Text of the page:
My wife, Ruth, and I just returned from a glorious week at Ghost Ranch in northern New Mexico, where we were invited to present Inner Practices for Wellness for the annual Western Universalist Unitarian Life Festival (WUULF). I facilitated a wide variety of experiential activities for adults three mornings during the week, while Ruth worked her “magic” with the camp children.
Ghost Ranch: exquisite, captivating desert beauty amidst an enchanted state–site of several Georgia O’Keeffe paintings. Despite the intense daily heat, we managed to do some hiking and take a tour of the vast, mystical area. We were particularly enthralled (difficult as it was to single out one site) by the amphitheater seven miles down the road from our camp. During our equinox ceremony and celebration there, replete with singing, dancing and drumming, I found that natural amphitheater more spectacular than the famous Red Rocks Amphitheater in Morrison, CO. Ruth and I were awestruck by both the gorgeous rock formation and the sound quality. Opportunities to be challenged via nature hikes, river rafting, and swimming in the nearby river or lake abound at Ghost Ranch and in surrounding areas.
The Ghost Ranch Conference Center is a large, Presbyterian-owned compound that hosts a delightful diversity of events year round. Aside from the WUULF gathering that hosted us, we had the pleasure of interacting with students and faculty from Alma College (located in central Michigan), attendees of a conference on “Food and Faith,” a rugged blacksmith who was teaching his trade, etc. Several small museums and a library are among the many Center attractions, as are buildings for arts and crafts, a horse stable, etc. Every summer, a large group of college students from around the U.S. and as far away as New Zealand assist the permanent staff in many different on-site service capacities.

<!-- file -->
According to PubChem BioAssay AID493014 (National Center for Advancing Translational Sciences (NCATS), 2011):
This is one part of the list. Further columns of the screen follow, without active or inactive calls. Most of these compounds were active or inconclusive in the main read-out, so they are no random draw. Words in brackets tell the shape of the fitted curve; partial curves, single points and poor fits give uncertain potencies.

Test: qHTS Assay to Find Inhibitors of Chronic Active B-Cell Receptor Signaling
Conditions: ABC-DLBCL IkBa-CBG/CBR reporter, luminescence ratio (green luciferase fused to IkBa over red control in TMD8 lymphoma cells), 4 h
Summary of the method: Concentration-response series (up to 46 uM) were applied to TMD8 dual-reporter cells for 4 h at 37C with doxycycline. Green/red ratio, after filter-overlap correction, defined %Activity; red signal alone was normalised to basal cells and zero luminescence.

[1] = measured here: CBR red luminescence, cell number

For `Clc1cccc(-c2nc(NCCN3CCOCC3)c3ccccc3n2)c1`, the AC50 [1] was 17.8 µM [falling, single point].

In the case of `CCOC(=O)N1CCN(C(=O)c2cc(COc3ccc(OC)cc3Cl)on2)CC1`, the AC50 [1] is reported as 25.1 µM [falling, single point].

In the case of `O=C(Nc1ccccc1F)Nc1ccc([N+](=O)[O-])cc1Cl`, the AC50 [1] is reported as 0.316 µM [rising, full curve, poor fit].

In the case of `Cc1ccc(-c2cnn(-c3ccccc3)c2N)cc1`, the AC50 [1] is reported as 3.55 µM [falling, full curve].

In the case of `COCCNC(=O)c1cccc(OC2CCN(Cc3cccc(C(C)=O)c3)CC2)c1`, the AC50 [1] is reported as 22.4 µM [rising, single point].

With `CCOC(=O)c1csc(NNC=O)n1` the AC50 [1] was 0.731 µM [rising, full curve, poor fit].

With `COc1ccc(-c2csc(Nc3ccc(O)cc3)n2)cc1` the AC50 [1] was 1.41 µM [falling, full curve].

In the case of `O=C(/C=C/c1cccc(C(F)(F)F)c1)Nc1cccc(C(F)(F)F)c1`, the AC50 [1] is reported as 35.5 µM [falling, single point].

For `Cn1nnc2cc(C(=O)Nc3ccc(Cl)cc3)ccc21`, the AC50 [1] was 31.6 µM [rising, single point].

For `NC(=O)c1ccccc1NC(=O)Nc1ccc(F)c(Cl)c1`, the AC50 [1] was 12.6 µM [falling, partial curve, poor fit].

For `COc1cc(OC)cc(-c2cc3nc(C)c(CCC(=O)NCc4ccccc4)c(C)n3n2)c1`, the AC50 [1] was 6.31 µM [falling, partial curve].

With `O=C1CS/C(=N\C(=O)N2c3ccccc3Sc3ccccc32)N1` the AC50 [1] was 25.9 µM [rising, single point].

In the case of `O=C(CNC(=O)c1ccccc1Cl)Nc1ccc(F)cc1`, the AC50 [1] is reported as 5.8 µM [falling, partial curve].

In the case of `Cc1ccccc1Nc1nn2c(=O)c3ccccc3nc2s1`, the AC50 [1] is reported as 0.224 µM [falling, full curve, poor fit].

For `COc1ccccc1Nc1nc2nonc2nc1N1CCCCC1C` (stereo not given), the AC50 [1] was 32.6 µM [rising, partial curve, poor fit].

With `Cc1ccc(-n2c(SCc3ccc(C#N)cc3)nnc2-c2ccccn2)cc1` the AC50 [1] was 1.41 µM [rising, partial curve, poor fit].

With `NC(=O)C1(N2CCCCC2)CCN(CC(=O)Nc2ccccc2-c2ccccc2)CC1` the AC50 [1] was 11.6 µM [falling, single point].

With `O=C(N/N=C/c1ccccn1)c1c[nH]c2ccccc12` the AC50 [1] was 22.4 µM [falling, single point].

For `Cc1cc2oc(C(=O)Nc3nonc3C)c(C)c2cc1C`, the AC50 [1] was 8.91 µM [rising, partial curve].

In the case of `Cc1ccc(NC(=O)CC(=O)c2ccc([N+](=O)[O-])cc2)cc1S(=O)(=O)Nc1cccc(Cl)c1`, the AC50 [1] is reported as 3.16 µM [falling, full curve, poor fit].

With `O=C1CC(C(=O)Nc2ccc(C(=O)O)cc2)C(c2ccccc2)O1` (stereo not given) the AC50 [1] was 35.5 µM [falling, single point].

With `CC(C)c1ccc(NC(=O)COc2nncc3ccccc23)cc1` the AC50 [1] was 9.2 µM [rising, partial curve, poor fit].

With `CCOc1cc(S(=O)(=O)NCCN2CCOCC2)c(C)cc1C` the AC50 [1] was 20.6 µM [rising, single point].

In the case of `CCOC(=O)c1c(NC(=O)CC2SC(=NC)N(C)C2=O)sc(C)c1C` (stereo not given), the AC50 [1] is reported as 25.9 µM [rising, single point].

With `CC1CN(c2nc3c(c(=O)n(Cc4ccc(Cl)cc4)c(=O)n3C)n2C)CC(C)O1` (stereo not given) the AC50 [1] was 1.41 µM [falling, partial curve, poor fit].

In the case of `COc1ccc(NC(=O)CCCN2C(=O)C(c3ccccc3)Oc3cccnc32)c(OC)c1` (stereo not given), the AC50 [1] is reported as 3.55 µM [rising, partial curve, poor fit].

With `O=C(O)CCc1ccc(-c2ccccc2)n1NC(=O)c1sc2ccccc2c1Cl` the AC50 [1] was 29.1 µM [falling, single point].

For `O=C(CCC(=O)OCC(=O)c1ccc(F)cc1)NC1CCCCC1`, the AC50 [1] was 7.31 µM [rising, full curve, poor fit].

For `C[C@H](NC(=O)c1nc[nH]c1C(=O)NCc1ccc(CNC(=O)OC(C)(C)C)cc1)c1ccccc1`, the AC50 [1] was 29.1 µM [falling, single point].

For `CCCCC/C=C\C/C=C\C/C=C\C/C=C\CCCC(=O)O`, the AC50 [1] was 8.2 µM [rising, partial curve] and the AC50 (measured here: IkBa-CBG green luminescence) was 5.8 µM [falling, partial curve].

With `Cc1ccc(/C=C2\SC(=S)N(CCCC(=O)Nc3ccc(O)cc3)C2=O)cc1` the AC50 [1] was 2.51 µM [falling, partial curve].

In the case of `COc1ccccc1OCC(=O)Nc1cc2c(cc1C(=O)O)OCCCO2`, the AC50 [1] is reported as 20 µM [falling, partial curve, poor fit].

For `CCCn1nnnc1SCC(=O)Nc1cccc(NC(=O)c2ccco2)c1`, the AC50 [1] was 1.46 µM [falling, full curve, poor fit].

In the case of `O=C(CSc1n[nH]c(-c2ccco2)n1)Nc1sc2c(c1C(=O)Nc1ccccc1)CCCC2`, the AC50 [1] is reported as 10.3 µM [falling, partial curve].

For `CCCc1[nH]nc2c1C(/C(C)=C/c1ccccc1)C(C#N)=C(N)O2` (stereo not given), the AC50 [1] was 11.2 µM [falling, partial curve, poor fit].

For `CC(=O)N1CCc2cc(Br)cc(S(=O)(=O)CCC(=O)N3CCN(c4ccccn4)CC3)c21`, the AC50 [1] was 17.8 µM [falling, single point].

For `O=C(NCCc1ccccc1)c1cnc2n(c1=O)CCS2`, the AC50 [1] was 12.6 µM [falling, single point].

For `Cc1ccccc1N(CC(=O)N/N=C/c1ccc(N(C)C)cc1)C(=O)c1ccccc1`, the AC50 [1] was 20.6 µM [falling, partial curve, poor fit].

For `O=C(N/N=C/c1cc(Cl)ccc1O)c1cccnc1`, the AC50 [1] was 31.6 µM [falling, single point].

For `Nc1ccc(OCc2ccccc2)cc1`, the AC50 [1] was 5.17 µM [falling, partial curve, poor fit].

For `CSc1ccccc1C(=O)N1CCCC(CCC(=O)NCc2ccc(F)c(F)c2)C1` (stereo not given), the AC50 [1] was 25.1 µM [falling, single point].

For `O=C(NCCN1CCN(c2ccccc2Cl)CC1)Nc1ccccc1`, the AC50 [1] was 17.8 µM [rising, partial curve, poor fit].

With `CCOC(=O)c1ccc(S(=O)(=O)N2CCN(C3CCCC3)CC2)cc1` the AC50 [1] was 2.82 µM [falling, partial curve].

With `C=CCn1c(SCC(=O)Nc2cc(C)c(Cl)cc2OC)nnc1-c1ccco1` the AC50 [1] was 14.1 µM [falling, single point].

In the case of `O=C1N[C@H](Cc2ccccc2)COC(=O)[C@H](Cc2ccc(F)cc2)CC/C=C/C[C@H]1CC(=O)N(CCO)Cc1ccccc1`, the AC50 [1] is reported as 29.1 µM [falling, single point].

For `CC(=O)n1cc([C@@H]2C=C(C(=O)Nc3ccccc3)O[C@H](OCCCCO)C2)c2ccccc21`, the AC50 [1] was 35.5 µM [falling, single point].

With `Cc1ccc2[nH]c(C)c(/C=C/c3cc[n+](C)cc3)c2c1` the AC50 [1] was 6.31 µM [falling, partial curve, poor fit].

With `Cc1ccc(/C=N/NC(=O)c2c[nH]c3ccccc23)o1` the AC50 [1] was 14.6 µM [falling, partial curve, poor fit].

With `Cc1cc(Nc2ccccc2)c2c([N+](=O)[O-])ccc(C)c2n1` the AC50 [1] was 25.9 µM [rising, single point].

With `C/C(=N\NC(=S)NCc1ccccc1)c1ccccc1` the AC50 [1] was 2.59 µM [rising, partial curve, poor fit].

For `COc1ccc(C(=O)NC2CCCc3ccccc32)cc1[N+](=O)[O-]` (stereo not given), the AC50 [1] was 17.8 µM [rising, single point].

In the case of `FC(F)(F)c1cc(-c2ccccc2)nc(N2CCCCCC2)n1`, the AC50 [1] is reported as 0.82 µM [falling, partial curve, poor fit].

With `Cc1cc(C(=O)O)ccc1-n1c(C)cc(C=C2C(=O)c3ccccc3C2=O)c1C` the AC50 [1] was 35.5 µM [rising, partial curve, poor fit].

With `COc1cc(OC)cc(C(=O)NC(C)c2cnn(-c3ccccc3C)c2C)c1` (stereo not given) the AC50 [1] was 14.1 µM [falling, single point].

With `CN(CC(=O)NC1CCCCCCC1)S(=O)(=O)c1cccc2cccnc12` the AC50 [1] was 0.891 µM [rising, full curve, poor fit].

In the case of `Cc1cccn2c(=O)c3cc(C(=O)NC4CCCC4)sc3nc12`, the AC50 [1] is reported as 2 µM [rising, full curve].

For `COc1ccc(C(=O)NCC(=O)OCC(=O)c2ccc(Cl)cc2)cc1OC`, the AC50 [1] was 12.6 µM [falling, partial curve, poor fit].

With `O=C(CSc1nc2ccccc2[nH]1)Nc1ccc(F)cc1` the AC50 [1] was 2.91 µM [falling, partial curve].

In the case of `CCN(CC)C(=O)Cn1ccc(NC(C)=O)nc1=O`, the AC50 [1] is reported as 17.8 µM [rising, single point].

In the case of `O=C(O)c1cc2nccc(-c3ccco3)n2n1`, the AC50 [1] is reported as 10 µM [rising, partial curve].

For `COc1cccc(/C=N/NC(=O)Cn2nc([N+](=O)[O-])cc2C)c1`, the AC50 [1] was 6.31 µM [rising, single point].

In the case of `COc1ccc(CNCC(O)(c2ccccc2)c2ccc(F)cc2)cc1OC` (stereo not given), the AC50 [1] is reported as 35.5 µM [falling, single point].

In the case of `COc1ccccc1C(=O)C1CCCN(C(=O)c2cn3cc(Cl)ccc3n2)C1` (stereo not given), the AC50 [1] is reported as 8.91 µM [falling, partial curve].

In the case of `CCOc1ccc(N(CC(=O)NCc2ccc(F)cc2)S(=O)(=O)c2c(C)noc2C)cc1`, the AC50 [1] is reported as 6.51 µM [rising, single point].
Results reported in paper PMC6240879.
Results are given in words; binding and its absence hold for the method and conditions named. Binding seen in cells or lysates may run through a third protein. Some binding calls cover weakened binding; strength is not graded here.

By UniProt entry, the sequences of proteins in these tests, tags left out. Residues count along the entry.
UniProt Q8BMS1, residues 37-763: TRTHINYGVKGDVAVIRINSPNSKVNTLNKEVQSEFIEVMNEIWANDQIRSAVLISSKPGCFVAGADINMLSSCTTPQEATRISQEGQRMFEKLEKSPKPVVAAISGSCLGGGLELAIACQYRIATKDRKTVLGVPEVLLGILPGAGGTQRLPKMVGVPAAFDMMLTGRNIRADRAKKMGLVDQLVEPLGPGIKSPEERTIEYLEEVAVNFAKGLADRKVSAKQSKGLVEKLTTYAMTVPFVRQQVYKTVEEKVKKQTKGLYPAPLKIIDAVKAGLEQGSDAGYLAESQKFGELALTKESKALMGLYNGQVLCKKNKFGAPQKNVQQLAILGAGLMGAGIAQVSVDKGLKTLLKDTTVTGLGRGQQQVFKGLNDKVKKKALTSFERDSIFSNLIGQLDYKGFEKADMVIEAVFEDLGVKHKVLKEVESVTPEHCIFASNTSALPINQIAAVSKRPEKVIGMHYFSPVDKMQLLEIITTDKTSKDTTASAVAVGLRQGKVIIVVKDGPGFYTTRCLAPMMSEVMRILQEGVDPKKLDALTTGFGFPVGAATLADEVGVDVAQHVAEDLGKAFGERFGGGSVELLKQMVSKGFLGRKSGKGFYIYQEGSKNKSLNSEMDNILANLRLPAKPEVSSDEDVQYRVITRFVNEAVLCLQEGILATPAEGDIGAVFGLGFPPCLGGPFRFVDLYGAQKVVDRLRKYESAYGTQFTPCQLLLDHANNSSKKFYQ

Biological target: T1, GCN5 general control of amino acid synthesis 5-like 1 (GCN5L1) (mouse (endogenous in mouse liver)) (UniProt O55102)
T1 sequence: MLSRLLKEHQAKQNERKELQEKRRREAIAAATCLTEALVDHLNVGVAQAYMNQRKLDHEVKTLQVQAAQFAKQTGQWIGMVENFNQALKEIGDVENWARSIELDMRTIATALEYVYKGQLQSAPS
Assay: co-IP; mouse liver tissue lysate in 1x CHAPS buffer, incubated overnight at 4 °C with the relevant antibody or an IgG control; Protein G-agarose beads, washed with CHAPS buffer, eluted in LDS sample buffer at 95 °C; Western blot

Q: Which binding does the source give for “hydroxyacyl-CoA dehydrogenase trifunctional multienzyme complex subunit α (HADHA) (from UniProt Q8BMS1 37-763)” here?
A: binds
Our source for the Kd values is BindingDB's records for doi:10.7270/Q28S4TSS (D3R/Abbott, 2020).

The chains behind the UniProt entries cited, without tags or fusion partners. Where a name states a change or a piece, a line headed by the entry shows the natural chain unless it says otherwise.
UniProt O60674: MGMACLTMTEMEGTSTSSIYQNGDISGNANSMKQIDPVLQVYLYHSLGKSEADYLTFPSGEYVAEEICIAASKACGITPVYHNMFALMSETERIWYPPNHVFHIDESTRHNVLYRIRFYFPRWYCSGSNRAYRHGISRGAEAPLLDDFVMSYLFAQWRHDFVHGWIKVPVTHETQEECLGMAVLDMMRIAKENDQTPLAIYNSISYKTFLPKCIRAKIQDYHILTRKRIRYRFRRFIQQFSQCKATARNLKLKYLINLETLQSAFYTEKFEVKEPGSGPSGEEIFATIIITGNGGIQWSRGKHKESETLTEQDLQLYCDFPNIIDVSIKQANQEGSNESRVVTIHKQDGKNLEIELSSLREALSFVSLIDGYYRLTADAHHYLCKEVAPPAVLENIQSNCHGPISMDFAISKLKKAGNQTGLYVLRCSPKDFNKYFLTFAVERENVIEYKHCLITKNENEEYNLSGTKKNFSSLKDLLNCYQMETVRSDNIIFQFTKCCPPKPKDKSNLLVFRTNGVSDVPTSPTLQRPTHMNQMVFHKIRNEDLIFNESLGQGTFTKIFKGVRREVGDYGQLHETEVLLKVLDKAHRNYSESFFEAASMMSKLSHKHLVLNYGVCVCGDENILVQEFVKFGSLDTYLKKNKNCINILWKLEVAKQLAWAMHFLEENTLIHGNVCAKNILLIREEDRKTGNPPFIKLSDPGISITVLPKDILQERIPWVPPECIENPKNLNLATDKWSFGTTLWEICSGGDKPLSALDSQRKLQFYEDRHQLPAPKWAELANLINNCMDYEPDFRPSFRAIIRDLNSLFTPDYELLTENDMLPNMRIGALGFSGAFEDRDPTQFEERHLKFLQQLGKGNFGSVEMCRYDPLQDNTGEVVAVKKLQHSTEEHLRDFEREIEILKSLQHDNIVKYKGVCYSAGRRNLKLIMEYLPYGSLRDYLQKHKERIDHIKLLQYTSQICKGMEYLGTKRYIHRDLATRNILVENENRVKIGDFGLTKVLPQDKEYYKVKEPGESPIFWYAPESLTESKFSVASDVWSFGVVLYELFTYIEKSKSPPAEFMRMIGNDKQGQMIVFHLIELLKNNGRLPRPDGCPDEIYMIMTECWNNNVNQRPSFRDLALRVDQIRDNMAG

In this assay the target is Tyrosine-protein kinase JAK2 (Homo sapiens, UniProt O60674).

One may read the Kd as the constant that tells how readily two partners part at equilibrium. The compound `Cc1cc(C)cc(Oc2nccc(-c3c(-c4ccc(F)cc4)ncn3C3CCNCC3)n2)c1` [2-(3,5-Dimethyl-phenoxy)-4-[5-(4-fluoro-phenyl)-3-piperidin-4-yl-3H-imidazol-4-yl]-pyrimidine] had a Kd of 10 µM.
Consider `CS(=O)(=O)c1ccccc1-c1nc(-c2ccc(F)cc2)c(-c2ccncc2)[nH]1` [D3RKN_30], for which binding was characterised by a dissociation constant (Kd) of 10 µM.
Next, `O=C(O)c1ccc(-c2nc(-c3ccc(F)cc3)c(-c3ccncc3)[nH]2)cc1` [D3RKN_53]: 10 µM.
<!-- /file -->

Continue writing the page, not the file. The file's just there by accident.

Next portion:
I saved the best for last. Ruth and I were really moved by the beauty of the WUULF community participants, numbering about a hundred-strong at the camp. Aside from our teaching, we had an array of opportunities to get to know and play with these lovely people, e.g. during meals (very good food and lots of it!), hikes, arts and crafts activities, communal prayer, song sessions, a talent show, etc. Re the latter, held during the final evening of the camp, Ruth and led a belly dance troupe, and I was one of two drummers for the women dancers.
We found the WUULF folks to be refreshingly open-minded, accepting and non-dogmatic. Typical of Universalist Unitarians around the world, they proved highly dedicated to social justice and to widespread service. They were sincerely welcoming of us and really appreciated our contributions throughout the week. Borrowing a “mom-ism” from my mother, we formed a “mutual admiration society” during this special window in time, for which I feel very privileged and am most grateful. The proverbial “icing on the cake” is some newly formed friendships, including with folks who reside in the Denver area—one family lives just a half mile from us!